I thought this summer would be full of adventure. Spontaneous trips to NYC, late night excursions with friends from home and school, numerous beach days – too many to count. Instead, my summer consisted of (speed) walking between a kitchen and tables, surrounded by grey blue walls and the aroma of freshly brewed coffee.
Meemom’s, named after the owner’s grandma, is the french toast restaurant I spent most of summer ‘16 at. I began as a hostess on May 17, welcoming new customers and seating them, as well as answering the phone and recording take-out orders at the front of the restaurant. The hostess who trained me would buss (clean) tables in her free time, so I quickly learned to buss and host simultaneously, and ended up being promoted to barista by the end of my first week.
After mastering the espresso machine, I moved to the floor and was taught to serve. I memorized the proper greeting to use when first approaching a table, and learned how to multitask by giving equal attention to every table in my section – nearly simultaneously. Rather than taking an order and rushing to input it through the computer in the back, I realized I had to check on my other tables first, making a mental list of items asked for so that I could deliver everything on my next trip back to the floor.
At first, I sucked. I forgot orders, inputted them wrong, attempted to serve incomplete dishes, and otherwise created countless small disasters. I had a tough time focusing on one task long enough to complete it when there were five others calling my name. Just when I started to get the hang of serving, the manager asked to speak with me. It was June 27.
After a long day, he sat me down and told me that the restaurant was considering moving me back to being a barista, hostess, and busser. My heart sank. As a server I could expect to make $100+ in tips on an average day. As a hostess, I didn’t get tipped out at all, only receiving hourly wage, and as a busser or barista, I knew I would make much less than waitressing.
I ended up penning a long letter to the manager when I got home, essentially asking to be retrained as a server. He knew I was a hard worker, since my hustle and willingness to do anything for anyone were what got me promoted in the first place. He agreed to retrain me.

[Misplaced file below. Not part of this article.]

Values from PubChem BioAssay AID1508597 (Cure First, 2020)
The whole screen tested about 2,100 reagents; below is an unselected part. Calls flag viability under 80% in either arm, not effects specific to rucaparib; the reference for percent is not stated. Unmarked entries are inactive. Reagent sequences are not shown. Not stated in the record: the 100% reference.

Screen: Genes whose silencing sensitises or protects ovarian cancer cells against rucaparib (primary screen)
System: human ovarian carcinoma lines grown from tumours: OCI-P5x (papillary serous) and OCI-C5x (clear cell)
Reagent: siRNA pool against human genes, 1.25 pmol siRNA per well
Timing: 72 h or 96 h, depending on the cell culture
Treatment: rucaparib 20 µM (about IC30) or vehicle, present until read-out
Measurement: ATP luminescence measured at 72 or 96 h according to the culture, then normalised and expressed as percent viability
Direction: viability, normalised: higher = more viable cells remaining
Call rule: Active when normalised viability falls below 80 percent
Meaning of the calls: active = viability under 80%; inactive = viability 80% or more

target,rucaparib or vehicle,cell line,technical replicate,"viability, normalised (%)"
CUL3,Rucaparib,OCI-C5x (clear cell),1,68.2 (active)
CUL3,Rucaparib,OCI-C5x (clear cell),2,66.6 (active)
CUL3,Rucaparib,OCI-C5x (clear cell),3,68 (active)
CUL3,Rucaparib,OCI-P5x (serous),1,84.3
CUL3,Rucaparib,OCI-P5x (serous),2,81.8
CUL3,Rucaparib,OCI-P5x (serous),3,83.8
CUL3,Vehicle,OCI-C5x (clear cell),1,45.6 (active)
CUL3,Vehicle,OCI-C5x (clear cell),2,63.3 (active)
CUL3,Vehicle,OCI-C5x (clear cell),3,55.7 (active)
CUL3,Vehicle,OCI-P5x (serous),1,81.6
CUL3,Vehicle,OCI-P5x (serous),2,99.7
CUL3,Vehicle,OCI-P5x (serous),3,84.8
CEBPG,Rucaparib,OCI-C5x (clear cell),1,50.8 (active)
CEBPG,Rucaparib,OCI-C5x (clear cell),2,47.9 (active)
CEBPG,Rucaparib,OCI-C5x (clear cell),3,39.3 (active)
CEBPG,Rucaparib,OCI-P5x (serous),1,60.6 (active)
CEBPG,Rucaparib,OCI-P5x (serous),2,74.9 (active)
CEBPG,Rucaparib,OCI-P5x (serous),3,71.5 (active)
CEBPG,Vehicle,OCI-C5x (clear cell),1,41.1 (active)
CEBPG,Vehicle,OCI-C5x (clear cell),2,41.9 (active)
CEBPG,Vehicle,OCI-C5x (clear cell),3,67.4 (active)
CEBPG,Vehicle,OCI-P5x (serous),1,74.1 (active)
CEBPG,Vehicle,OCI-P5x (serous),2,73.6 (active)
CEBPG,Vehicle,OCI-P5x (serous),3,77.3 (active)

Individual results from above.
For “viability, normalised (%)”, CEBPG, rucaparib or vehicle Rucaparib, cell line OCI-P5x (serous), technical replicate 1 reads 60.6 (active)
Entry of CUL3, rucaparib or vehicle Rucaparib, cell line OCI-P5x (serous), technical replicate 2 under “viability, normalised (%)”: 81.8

After a long two weeks of trailing other servers, meticulously inputting orders into the computer system, and memorizing flash cards of menu items, I was ready to enter the floor on my own again. The most frustrating part of training was that I didn’t receive tips at all. I was paid a flat rate for the entire training period, but the amount equaled what I could’ve made in two days of serving. However, I knew I was blessed to receive another chance to serve and didn’t squander it.
Now, it’s August 18, ten days before I go back to school, and I’m melancholy. I was extremely motivated to work this summer because I never wanted to experience being broke again. Last semester, my final sorority bill of $56 arrived at a point when I only had $0.46 in my bank account. I went into financial probation. While I’ve made over $3,000 this summer, I’m also constantly exhausted. When I get home from a long day of waitressing, I don’t have the energy to talk to anyone. Meemom’s is open from 7:00am-3:00pm every day, which means we work from 6:30am-4:00pm with opening and closing duties. After nine hours of being on my feet in a customer service position, I’m usually drained – physically and emotionally. The joy I used to receive from looking at my overflowing bank account has diminished and now I ask, was it worth it? Was it worth devoting my summer to making money, when I could’ve been developing relationships, traveling, and relaxing before school begins again?
After reflecting on it, I realized that any stirrings of regret are overpowered by gratefulness for my experiences this summer. I learned invaluable lessons in humility, hard work, communication, and multitasking. I know how to waitress now, and how to do it well. I also met wonderful people this summer, people I wouldn’t trade for the world. They mentored me, teased me, laughed with me, sang for me, made me chicken fingers when I forgot to bring in granola bars, and stood up for me when no one else would. Along the way, I also learned discipline, sleeping before midnight (which, if you know me, realize this is no small miracle) and waking up at 6:00am every morning.
I’m happy that I accomplished my goal of making enough money to cover my sorority dues, Saturday brunches, and city trips. Although I may not have spent as many days lounging on the beach, exploring beautiful new places, or going on late night adventures, I appreciate all the lessons I’ve learned. This may have been my most challenging summer yet, but it has also been the most rewarding. Meemoms, I’ll see you in December.